Franck's other key relation, and the more intensely libidinous one, is with a coiled, mustachioed jaguar called Michel (Christophe Paou), who clocks Franck's arousal with expert peripheral vision, repeatedly glides right past him amid seemingly solitary swims, and dispenses with his regular partner for some lusty bouts with Franck back in the bramble. I do mean "dispenses": in the film's now-notorious narrative pivot, Franck espies Michel drowning his erstwhile lover in the sea one night and not only continues to seek him out for sex but implicates himself with a series of threadbare perjuries to an almost comically sepulchral policeman (Jérôme Chappatte) who follows up about the murder. Not to belabor obvious metaphors, but this is the development that stiffens Stranger by the Lake into a more classically suspenseful thriller but also the element that proves hardest to sustain. Guiraudie's uncanny knacks for generating tension through repeated shots, quotidian spectacles, and arcadian vistas made glassy and cruel through lighting and lens-choice don't necessarily extend to the more nuts-and-bolts demands (sorry) of a homicidal thriller. And the script, already prone to such ignoble conceits as a poisonous viper rumored to be threatening the gay male bathers, almost audibly runs out of steam. Some late, ostensibly climactic scenes (sorry) feel choppy in both grammar and thematic upshot, and that skeletal inspector fails to complicate the movie's tensile mood—he seems like an incongruous contrivance more than an intriguingly alien presence.

So Stranger by the Lake ultimately evinces some limits as both murder-mystery and existential meditation, at least as compared to stentatorian briefs filed on its behalf by critics at Cannes. Nonetheless, Guiraudie proffers that rare thing: a cinematic experience we don't feel we have had before. The copious male nudity aside, Stranger makes canny use of a seemingly niche location and its attendant economies of trust, distrust, abjection, and judgment, discerning within this rarefied ecosystem the ideal core for a 21st-century whodunit. At the same time, I don't want to suggest the film looks gay on the outside but in fact its ideas are universal and its structures sexually neutral. Clearly, Guiraudie's strictly controlled angles and frequent reprisal of familiar images are meant to resonate with how semi-reputable gay cruising grounds tend to be smaller and more constrained than you imagine them. Nude sexual partners, ready for the taking in gorgeous environs, sound well and dandy until you show up and see how cloistered the options are, and show up the next day and see how it's basically the same people, and yet you, too, keep guiltily showing up. I've never been to a beach like this, but an early-evening gay bar or a sparse hour at a gay gym—each aromatic with resigned disappointment, but also abundant with comically intense mutual scrutiny—are enough to show me what Guiraudie's gotten right. There's also something gay about the punctilious way each patron parks his car in his favorite spot, thank you very much, day after day, and about how Stranger converts such queenly fastidiousness (this is the way I like to do things!) into a clever suspense mechanism, much more memorable than who does and doesn't wind up with blood smeared across their torsos. The supporting players, including a frowning, perennially-rejected masturbator and a pissy fussbudget as jealous as he is promiscuous, are also types I rarely see on screen. They are wittily presented here, helping to leaven an experience that sometimes risks a certain sterility through its schematic assembly, and sometimes seems a smidge over-proud of its winching menace.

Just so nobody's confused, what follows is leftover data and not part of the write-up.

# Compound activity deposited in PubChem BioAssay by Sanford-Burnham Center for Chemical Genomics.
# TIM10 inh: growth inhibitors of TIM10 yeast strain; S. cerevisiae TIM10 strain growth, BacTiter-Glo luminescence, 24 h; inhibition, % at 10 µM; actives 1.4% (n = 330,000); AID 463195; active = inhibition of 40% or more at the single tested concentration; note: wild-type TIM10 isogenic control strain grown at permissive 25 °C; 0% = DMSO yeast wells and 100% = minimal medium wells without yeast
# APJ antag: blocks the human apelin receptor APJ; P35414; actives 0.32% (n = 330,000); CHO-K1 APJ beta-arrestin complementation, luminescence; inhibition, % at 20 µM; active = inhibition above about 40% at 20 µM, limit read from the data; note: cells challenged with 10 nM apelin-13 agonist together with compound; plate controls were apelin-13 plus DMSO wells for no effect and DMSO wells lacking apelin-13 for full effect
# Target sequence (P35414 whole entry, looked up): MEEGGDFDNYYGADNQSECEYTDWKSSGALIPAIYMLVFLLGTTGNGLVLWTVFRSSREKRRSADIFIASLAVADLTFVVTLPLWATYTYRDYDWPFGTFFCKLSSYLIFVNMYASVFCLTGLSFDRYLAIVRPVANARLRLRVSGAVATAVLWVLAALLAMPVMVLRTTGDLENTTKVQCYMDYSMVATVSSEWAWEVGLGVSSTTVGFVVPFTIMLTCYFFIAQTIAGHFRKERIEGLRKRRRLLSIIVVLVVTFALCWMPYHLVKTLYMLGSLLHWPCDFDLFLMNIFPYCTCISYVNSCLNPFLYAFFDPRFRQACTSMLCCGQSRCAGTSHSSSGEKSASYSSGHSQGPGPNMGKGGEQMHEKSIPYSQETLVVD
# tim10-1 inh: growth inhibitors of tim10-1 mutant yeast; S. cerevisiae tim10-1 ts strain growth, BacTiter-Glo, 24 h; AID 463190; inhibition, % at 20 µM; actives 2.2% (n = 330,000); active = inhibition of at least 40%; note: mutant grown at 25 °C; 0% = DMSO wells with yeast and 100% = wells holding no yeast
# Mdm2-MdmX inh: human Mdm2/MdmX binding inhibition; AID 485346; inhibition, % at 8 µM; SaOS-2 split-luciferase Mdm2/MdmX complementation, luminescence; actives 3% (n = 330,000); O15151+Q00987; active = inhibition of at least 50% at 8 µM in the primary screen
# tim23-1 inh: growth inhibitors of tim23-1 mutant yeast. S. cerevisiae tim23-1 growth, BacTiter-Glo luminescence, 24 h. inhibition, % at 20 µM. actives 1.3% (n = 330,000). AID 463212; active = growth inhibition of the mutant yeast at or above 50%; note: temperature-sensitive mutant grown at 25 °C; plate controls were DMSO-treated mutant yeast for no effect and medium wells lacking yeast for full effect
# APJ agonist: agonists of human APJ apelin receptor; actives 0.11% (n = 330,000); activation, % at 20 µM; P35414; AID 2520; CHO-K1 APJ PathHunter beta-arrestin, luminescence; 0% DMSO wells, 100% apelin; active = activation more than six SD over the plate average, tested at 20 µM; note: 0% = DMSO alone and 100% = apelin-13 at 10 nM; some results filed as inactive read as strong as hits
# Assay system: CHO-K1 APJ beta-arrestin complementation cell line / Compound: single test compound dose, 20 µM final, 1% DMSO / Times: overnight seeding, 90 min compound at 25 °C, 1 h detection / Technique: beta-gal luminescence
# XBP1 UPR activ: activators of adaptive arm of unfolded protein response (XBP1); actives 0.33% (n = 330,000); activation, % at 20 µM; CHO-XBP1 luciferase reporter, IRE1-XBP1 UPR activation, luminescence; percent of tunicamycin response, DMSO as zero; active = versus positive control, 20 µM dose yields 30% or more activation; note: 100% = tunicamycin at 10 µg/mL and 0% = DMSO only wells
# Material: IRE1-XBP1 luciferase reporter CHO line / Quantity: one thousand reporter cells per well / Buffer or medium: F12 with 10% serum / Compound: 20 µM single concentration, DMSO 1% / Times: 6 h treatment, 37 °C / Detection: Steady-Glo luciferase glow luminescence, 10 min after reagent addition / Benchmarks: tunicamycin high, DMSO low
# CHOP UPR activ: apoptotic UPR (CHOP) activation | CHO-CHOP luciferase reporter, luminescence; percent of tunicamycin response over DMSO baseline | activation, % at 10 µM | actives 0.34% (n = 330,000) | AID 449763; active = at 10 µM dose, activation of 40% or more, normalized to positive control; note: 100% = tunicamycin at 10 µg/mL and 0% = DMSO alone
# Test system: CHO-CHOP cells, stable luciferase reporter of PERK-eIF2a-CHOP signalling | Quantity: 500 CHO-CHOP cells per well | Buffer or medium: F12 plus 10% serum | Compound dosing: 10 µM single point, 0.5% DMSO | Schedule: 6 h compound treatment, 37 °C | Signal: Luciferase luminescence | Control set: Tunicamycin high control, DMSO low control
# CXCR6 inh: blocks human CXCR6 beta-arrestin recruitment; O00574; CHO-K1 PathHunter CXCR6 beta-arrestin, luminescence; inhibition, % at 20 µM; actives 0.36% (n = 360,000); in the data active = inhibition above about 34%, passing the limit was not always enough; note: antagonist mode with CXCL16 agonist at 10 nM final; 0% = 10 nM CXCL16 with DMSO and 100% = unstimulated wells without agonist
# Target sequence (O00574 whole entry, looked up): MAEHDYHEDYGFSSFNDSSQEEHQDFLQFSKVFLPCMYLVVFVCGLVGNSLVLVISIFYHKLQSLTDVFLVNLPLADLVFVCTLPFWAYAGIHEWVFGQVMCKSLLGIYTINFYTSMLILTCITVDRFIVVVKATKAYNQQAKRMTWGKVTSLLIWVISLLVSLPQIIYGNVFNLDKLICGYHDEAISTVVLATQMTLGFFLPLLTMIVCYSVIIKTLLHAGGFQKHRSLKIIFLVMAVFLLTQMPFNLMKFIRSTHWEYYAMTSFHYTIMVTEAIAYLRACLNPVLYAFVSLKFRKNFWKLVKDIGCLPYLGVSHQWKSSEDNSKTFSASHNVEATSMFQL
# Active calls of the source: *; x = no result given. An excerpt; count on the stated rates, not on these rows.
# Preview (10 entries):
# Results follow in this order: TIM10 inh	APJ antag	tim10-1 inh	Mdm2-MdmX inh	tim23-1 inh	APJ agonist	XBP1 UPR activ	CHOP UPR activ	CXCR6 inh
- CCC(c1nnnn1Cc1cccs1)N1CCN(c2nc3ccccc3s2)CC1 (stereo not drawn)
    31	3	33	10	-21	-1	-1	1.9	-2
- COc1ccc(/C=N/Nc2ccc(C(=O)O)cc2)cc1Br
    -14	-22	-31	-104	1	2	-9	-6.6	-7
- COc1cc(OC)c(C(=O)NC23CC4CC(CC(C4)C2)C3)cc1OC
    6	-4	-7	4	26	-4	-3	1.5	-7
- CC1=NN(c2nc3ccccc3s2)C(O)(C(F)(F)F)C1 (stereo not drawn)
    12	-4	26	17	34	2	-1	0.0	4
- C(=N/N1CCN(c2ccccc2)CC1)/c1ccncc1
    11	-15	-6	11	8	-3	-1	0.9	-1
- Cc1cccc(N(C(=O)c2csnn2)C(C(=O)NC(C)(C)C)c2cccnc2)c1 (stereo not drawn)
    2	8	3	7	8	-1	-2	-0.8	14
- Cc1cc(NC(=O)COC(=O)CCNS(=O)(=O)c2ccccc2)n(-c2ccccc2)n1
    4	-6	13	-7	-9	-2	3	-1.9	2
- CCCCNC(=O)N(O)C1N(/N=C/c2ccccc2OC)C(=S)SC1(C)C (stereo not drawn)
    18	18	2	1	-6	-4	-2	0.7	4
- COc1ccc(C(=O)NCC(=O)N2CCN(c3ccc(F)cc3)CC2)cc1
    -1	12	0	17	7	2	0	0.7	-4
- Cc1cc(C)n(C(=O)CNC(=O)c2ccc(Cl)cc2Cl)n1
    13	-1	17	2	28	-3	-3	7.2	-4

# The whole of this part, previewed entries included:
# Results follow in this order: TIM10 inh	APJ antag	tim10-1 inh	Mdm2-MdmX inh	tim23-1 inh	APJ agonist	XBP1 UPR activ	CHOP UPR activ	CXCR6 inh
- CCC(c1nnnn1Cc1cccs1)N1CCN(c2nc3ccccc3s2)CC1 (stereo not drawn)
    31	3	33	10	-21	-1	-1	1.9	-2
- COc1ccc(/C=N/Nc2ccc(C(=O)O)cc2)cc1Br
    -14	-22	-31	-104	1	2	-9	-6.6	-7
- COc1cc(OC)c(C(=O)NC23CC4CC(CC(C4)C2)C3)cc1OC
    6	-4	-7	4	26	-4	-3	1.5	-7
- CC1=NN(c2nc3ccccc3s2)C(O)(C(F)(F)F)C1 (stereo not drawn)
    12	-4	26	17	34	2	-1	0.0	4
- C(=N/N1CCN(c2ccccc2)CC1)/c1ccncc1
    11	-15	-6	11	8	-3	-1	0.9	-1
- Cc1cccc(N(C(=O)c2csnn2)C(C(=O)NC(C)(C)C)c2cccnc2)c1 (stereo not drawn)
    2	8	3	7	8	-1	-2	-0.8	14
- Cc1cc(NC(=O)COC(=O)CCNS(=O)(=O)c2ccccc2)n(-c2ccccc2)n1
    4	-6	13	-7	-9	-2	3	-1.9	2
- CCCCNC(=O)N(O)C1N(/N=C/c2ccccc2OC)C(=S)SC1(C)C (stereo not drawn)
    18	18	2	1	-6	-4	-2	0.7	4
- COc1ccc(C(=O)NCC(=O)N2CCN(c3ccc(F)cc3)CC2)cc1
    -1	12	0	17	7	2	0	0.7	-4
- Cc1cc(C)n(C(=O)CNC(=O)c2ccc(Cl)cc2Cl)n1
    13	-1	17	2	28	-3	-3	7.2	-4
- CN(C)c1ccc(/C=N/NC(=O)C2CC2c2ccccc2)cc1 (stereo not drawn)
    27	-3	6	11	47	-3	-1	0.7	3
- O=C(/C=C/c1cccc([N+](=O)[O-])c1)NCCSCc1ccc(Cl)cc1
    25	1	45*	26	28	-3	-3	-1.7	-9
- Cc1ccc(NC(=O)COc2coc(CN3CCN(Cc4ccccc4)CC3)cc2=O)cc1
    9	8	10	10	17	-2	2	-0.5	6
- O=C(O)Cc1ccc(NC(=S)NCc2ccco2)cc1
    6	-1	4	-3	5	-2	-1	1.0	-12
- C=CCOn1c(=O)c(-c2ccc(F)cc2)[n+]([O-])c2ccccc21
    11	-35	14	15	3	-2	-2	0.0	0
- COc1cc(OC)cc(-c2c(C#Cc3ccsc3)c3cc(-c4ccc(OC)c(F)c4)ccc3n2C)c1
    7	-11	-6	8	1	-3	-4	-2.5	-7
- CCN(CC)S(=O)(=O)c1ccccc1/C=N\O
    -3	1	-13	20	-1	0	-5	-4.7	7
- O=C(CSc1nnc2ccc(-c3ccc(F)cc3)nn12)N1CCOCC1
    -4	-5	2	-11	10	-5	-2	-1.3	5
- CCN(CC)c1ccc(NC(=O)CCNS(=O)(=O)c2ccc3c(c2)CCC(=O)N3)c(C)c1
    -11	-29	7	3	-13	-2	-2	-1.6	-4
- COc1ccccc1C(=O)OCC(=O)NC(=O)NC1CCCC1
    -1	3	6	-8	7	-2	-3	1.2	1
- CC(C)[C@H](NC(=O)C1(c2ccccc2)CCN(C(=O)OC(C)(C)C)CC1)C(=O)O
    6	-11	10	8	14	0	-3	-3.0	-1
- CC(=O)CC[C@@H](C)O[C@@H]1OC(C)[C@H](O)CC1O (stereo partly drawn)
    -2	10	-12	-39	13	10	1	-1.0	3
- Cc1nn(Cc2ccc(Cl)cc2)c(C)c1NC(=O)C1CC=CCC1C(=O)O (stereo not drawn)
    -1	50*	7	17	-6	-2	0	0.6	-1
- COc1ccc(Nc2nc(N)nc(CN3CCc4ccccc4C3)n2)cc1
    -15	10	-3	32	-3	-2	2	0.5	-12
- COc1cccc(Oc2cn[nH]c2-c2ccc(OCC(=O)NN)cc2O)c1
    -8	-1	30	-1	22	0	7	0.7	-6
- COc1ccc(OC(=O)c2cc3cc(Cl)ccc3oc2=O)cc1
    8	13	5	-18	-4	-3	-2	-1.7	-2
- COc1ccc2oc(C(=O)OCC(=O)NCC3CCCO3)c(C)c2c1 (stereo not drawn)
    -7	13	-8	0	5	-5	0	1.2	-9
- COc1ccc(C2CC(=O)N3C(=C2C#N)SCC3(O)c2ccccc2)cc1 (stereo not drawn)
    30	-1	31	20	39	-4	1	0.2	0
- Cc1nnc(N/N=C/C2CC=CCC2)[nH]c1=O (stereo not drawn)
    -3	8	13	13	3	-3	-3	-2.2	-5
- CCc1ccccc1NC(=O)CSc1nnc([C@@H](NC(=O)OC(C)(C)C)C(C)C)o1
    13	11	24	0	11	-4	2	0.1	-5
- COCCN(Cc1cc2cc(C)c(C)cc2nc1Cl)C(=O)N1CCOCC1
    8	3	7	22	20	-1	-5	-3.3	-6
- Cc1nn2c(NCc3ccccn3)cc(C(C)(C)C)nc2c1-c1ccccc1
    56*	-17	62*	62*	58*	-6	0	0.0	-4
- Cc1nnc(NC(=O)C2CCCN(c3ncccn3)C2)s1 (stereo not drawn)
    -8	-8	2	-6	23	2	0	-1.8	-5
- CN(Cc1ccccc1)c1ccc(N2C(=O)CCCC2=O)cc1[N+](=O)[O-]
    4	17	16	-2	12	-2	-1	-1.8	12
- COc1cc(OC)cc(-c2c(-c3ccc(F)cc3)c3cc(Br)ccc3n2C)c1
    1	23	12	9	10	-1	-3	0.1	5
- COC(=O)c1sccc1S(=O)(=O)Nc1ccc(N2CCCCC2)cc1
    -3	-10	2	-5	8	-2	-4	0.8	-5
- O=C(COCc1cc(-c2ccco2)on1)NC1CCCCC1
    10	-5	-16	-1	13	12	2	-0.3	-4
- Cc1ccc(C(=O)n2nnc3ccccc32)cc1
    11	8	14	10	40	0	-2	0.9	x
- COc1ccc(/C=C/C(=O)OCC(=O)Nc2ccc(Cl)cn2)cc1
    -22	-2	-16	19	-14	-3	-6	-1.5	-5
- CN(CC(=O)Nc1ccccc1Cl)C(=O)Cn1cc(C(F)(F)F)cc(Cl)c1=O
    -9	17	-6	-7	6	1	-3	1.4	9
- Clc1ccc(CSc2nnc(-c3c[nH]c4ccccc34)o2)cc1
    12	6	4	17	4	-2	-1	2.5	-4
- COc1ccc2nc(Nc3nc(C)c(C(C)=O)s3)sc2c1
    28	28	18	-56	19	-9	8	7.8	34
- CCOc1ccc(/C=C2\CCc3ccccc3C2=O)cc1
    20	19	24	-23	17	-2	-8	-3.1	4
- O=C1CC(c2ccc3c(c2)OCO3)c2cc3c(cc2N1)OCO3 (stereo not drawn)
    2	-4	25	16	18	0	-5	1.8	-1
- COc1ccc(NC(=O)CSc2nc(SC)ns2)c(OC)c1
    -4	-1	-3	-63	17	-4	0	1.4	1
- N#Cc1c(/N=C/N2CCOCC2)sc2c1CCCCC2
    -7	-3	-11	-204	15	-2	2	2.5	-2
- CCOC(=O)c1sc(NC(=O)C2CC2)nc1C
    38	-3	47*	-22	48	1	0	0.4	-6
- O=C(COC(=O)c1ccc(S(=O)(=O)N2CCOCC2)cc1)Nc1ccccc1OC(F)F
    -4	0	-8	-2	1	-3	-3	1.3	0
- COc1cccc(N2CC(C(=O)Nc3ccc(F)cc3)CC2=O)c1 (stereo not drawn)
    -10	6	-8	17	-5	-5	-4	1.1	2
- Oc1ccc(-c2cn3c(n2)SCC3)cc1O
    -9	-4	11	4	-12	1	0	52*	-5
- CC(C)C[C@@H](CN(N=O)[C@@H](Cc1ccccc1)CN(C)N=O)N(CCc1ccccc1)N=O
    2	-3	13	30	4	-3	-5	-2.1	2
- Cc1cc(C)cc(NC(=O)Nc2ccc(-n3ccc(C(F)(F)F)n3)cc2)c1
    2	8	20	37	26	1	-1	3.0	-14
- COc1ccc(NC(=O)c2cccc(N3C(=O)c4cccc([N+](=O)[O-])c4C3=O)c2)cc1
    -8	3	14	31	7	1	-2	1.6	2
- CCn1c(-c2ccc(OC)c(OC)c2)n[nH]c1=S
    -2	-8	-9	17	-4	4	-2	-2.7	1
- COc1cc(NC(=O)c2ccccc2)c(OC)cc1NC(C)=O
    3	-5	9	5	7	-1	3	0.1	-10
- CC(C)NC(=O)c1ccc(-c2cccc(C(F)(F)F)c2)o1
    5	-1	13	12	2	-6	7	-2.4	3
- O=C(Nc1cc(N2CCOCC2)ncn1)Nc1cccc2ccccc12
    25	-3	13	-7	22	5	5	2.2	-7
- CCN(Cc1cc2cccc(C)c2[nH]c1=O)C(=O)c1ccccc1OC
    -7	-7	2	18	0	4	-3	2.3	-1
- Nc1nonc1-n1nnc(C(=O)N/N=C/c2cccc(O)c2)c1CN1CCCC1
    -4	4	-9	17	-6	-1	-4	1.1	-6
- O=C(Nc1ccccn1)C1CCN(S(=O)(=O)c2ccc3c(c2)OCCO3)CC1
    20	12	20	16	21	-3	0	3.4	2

Stranger by the Lake's producers or distributors elected not to submit it for the Queer sidebar at the Chicago Film Festival, which is almost certainly a sign that, high on their Cannes reception, they are eager to have it embraced as a great film and not "just" a gay film. Neither claim fully holds water, and yet there's admirable weight behind both, and they need not be seen as opposed. Stranger by the Lake is, at minimum, very solid, and I see why other viewers hold it in even higher regard than that. At moments, or in aspects of performance, sound, and montage, "great" feels like the word. Stranger is also very gay, not just by dint of sexual plumbing but via the nuances of its structure, worldview, and mood. Grade: B

Cannes Film Festival: Queer Palme; Best Director (Un Certain Regard)